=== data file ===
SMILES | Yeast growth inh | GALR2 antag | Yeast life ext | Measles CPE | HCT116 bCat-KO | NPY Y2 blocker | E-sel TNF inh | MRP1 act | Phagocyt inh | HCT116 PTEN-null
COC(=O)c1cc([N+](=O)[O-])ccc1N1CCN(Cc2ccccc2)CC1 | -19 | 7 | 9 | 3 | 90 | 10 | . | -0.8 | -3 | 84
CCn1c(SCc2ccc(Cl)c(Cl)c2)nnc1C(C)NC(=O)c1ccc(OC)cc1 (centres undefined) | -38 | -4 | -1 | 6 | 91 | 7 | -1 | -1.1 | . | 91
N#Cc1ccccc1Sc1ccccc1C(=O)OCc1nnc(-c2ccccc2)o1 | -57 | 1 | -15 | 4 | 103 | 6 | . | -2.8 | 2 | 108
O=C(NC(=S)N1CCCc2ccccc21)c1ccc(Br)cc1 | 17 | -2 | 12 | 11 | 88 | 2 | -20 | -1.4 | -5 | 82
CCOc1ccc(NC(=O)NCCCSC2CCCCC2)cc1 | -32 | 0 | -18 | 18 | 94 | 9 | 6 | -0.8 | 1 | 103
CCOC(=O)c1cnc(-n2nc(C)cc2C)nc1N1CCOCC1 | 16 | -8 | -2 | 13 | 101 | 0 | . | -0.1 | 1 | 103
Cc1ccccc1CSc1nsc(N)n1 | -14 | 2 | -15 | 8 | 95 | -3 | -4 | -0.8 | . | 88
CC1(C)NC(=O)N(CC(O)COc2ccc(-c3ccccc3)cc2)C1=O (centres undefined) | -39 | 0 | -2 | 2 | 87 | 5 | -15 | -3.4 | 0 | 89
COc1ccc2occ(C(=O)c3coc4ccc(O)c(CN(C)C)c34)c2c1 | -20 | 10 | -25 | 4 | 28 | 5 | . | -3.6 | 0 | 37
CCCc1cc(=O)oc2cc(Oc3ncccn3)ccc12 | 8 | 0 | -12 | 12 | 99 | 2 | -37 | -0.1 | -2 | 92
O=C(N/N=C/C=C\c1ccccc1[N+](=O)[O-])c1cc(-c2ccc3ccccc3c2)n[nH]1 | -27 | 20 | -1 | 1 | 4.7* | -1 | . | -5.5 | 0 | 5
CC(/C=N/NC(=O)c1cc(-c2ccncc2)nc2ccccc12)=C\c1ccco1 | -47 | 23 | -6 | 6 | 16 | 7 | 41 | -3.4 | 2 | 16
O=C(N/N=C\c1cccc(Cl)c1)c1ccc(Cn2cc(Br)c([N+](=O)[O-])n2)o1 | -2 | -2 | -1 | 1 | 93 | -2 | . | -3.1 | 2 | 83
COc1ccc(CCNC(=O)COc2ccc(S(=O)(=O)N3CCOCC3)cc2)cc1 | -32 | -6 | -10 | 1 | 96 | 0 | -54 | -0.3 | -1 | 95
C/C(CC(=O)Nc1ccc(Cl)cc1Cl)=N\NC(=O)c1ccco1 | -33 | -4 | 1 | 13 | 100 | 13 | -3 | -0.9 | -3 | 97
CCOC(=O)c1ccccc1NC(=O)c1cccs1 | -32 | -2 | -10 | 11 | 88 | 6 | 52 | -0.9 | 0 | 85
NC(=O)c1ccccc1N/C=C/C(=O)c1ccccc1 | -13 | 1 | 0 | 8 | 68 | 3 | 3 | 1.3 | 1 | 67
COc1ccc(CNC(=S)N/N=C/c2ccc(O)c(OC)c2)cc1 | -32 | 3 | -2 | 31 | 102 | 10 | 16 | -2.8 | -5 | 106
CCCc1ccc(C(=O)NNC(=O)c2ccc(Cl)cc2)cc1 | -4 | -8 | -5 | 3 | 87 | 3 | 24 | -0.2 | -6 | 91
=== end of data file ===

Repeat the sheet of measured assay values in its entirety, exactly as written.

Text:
SMILES | Yeast growth inh | GALR2 antag | Yeast life ext | Measles CPE | HCT116 bCat-KO | NPY Y2 blocker | E-sel TNF inh | MRP1 act | Phagocyt inh | HCT116 PTEN-null
COC(=O)c1cc([N+](=O)[O-])ccc1N1CCN(Cc2ccccc2)CC1 | -19 | 7 | 9 | 3 | 90 | 10 | . | -0.8 | -3 | 84
CCn1c(SCc2ccc(Cl)c(Cl)c2)nnc1C(C)NC(=O)c1ccc(OC)cc1 (centres undefined) | -38 | -4 | -1 | 6 | 91 | 7 | -1 | -1.1 | . | 91
N#Cc1ccccc1Sc1ccccc1C(=O)OCc1nnc(-c2ccccc2)o1 | -57 | 1 | -15 | 4 | 103 | 6 | . | -2.8 | 2 | 108
O=C(NC(=S)N1CCCc2ccccc21)c1ccc(Br)cc1 | 17 | -2 | 12 | 11 | 88 | 2 | -20 | -1.4 | -5 | 82
CCOc1ccc(NC(=O)NCCCSC2CCCCC2)cc1 | -32 | 0 | -18 | 18 | 94 | 9 | 6 | -0.8 | 1 | 103
CCOC(=O)c1cnc(-n2nc(C)cc2C)nc1N1CCOCC1 | 16 | -8 | -2 | 13 | 101 | 0 | . | -0.1 | 1 | 103
Cc1ccccc1CSc1nsc(N)n1 | -14 | 2 | -15 | 8 | 95 | -3 | -4 | -0.8 | . | 88
CC1(C)NC(=O)N(CC(O)COc2ccc(-c3ccccc3)cc2)C1=O (centres undefined) | -39 | 0 | -2 | 2 | 87 | 5 | -15 | -3.4 | 0 | 89
COc1ccc2occ(C(=O)c3coc4ccc(O)c(CN(C)C)c34)c2c1 | -20 | 10 | -25 | 4 | 28 | 5 | . | -3.6 | 0 | 37
CCCc1cc(=O)oc2cc(Oc3ncccn3)ccc12 | 8 | 0 | -12 | 12 | 99 | 2 | -37 | -0.1 | -2 | 92
O=C(N/N=C/C=C\c1ccccc1[N+](=O)[O-])c1cc(-c2ccc3ccccc3c2)n[nH]1 | -27 | 20 | -1 | 1 | 4.7* | -1 | . | -5.5 | 0 | 5
CC(/C=N/NC(=O)c1cc(-c2ccncc2)nc2ccccc12)=C\c1ccco1 | -47 | 23 | -6 | 6 | 16 | 7 | 41 | -3.4 | 2 | 16
O=C(N/N=C\c1cccc(Cl)c1)c1ccc(Cn2cc(Br)c([N+](=O)[O-])n2)o1 | -2 | -2 | -1 | 1 | 93 | -2 | . | -3.1 | 2 | 83
COc1ccc(CCNC(=O)COc2ccc(S(=O)(=O)N3CCOCC3)cc2)cc1 | -32 | -6 | -10 | 1 | 96 | 0 | -54 | -0.3 | -1 | 95
C/C(CC(=O)Nc1ccc(Cl)cc1Cl)=N\NC(=O)c1ccco1 | -33 | -4 | 1 | 13 | 100 | 13 | -3 | -0.9 | -3 | 97
CCOC(=O)c1ccccc1NC(=O)c1cccs1 | -32 | -2 | -10 | 11 | 88 | 6 | 52 | -0.9 | 0 | 85
NC(=O)c1ccccc1N/C=C/C(=O)c1ccccc1 | -13 | 1 | 0 | 8 | 68 | 3 | 3 | 1.3 | 1 | 67
COc1ccc(CNC(=S)N/N=C/c2ccc(O)c(OC)c2)cc1 | -32 | 3 | -2 | 31 | 102 | 10 | 16 | -2.8 | -5 | 106
CCCc1ccc(C(=O)NNC(=O)c2ccc(Cl)cc2)cc1 | -4 | -8 | -5 | 3 | 87 | 3 | 24 | -0.2 | -6 | 91